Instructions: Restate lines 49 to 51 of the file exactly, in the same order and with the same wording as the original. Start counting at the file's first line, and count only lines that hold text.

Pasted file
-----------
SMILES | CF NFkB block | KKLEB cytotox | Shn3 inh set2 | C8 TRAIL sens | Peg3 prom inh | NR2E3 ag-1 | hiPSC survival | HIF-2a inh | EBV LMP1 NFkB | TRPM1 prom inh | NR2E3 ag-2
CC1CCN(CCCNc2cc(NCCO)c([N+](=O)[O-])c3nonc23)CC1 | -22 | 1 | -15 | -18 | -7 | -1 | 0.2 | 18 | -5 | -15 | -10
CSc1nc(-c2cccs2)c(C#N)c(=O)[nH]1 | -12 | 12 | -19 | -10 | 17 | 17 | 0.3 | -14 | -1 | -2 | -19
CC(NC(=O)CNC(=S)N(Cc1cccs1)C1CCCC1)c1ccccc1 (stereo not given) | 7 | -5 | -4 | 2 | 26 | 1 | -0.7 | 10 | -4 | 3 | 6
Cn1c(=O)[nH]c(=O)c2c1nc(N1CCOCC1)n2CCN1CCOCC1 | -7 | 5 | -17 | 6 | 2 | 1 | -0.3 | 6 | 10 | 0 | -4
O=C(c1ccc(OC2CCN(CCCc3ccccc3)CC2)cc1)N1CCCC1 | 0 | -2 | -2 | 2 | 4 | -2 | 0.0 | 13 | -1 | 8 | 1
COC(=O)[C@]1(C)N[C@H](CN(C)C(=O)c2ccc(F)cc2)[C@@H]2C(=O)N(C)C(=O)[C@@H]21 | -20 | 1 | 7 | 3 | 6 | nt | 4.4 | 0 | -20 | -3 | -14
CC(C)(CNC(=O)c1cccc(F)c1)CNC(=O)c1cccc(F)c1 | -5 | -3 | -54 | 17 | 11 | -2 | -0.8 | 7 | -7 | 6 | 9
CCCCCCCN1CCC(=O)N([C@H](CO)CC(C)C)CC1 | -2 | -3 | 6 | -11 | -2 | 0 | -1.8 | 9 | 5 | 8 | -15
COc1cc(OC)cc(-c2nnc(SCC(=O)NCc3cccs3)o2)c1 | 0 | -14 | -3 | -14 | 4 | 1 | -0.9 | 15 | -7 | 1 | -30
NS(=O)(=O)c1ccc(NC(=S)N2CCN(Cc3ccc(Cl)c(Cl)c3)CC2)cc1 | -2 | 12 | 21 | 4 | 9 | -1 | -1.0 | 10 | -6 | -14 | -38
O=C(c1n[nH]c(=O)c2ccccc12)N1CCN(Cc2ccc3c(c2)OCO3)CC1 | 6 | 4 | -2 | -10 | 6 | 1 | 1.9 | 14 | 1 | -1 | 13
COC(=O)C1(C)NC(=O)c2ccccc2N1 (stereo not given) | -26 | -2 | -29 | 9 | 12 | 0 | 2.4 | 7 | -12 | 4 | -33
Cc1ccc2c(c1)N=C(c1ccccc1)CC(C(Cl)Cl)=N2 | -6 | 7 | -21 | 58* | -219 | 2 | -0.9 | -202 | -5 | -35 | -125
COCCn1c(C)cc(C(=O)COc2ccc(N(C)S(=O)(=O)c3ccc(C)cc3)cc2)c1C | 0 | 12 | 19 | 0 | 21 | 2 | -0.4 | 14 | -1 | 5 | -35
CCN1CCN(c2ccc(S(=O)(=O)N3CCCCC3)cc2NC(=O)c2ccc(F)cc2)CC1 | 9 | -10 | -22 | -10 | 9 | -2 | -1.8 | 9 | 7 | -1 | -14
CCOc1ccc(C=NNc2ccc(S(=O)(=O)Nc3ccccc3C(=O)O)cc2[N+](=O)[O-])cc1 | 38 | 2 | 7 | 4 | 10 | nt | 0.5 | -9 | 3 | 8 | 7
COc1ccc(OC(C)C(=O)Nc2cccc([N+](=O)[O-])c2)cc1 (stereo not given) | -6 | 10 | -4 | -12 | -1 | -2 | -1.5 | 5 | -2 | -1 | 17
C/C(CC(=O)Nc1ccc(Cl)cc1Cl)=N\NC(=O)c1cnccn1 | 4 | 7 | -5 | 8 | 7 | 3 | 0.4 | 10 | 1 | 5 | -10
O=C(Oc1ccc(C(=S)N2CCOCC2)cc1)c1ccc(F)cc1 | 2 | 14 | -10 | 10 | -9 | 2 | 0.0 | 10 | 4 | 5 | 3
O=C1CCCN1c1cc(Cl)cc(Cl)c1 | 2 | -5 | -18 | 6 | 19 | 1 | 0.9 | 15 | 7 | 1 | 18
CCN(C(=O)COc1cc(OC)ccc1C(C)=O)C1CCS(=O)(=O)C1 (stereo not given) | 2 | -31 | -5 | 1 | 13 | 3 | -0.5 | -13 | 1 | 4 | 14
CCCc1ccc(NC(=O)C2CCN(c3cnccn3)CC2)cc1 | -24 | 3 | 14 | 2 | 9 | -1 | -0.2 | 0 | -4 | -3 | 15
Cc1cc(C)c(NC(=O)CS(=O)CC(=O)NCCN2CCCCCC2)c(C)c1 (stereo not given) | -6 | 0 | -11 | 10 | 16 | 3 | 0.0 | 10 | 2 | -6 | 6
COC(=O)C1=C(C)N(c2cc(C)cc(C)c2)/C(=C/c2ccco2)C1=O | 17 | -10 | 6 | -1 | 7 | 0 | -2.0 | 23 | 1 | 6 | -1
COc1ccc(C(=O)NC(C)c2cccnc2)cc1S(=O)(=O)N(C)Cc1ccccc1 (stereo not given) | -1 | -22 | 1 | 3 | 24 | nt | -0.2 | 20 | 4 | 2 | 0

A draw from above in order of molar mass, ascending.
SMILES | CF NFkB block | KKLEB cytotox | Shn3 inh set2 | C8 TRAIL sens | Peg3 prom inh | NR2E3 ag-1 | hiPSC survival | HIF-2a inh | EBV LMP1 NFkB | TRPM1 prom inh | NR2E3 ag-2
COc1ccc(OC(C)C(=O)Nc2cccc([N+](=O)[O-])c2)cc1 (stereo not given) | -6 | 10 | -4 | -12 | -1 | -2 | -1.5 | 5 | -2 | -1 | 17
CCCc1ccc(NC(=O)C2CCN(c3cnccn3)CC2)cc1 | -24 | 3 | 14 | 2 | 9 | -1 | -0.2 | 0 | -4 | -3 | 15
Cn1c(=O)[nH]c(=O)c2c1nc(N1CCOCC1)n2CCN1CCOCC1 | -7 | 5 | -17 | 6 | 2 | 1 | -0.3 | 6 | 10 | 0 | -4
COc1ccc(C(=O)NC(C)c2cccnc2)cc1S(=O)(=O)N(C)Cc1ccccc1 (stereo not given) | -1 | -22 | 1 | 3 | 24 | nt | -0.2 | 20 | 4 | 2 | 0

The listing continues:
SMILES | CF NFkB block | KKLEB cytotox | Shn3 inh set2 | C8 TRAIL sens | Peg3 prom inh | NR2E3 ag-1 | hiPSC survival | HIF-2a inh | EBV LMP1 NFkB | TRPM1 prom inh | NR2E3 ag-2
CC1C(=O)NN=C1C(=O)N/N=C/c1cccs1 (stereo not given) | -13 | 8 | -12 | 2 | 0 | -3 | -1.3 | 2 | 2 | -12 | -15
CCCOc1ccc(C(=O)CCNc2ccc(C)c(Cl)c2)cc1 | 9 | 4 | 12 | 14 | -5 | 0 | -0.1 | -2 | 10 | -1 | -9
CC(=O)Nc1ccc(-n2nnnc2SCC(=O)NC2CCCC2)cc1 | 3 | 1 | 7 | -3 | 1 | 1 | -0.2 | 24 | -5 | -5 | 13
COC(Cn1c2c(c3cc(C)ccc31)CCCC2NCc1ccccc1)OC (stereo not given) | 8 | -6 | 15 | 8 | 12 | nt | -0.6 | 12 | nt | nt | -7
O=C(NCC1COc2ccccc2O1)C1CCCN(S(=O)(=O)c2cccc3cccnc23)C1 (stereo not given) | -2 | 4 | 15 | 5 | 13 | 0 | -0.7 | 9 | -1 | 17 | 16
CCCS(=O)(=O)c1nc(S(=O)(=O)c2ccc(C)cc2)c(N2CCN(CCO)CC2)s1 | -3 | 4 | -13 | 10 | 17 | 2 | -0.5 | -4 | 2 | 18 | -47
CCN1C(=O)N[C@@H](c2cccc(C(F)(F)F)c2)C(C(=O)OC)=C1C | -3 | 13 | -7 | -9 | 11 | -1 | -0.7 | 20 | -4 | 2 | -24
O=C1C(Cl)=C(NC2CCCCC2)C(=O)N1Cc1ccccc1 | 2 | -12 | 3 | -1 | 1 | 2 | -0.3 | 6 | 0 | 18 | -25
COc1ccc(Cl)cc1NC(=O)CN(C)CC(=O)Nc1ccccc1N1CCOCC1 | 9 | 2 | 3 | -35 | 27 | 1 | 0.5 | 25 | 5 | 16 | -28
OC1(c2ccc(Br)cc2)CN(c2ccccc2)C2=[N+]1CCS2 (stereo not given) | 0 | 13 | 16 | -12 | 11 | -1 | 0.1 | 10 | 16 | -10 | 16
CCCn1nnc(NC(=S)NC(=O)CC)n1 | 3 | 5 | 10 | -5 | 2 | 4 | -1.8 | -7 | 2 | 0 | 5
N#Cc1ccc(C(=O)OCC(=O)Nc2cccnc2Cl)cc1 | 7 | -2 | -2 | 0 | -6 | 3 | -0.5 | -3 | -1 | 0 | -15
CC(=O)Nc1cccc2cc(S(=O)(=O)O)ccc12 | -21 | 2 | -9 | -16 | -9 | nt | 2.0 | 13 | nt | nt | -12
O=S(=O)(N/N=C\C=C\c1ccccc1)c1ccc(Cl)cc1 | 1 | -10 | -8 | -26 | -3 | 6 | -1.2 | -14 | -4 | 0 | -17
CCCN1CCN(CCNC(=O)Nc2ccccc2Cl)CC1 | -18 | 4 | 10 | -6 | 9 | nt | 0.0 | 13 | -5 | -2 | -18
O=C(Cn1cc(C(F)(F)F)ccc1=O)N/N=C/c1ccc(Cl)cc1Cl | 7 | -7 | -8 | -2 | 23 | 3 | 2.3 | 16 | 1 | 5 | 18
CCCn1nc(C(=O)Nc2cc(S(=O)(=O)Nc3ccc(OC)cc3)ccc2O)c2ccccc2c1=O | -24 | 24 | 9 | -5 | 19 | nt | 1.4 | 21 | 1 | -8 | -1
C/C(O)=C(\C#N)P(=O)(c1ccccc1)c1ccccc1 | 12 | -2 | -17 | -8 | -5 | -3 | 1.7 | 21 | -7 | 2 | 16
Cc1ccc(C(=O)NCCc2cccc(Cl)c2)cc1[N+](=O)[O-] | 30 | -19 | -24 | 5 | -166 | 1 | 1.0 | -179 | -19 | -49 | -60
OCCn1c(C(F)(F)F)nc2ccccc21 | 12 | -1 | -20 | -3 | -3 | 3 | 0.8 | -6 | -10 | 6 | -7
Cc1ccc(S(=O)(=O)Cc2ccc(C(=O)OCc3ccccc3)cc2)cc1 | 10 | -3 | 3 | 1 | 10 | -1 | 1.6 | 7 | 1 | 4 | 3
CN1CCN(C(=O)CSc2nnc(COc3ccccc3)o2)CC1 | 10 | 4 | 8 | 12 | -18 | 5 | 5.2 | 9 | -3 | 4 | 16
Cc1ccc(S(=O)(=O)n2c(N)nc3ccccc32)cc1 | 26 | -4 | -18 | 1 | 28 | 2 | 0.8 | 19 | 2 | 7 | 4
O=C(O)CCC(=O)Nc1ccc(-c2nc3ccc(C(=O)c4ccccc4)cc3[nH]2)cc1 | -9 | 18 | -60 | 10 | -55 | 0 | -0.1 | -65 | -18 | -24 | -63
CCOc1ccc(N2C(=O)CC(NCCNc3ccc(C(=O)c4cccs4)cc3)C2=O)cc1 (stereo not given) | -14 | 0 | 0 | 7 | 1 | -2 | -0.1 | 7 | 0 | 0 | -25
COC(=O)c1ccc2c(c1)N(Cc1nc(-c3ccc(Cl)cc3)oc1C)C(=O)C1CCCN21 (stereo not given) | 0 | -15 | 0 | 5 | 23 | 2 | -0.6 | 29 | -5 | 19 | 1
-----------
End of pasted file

CCCN1CCN(CCNC(=O)Nc2ccccc2Cl)CC1 | -18 | 4 | 10 | -6 | 9 | nt | 0.0 | 13 | -5 | -2 | -18
O=C(Cn1cc(C(F)(F)F)ccc1=O)N/N=C/c1ccc(Cl)cc1Cl | 7 | -7 | -8 | -2 | 23 | 3 | 2.3 | 16 | 1 | 5 | 18
CCCn1nc(C(=O)Nc2cc(S(=O)(=O)Nc3ccc(OC)cc3)ccc2O)c2ccccc2c1=O | -24 | 24 | 9 | -5 | 19 | nt | 1.4 | 21 | 1 | -8 | -1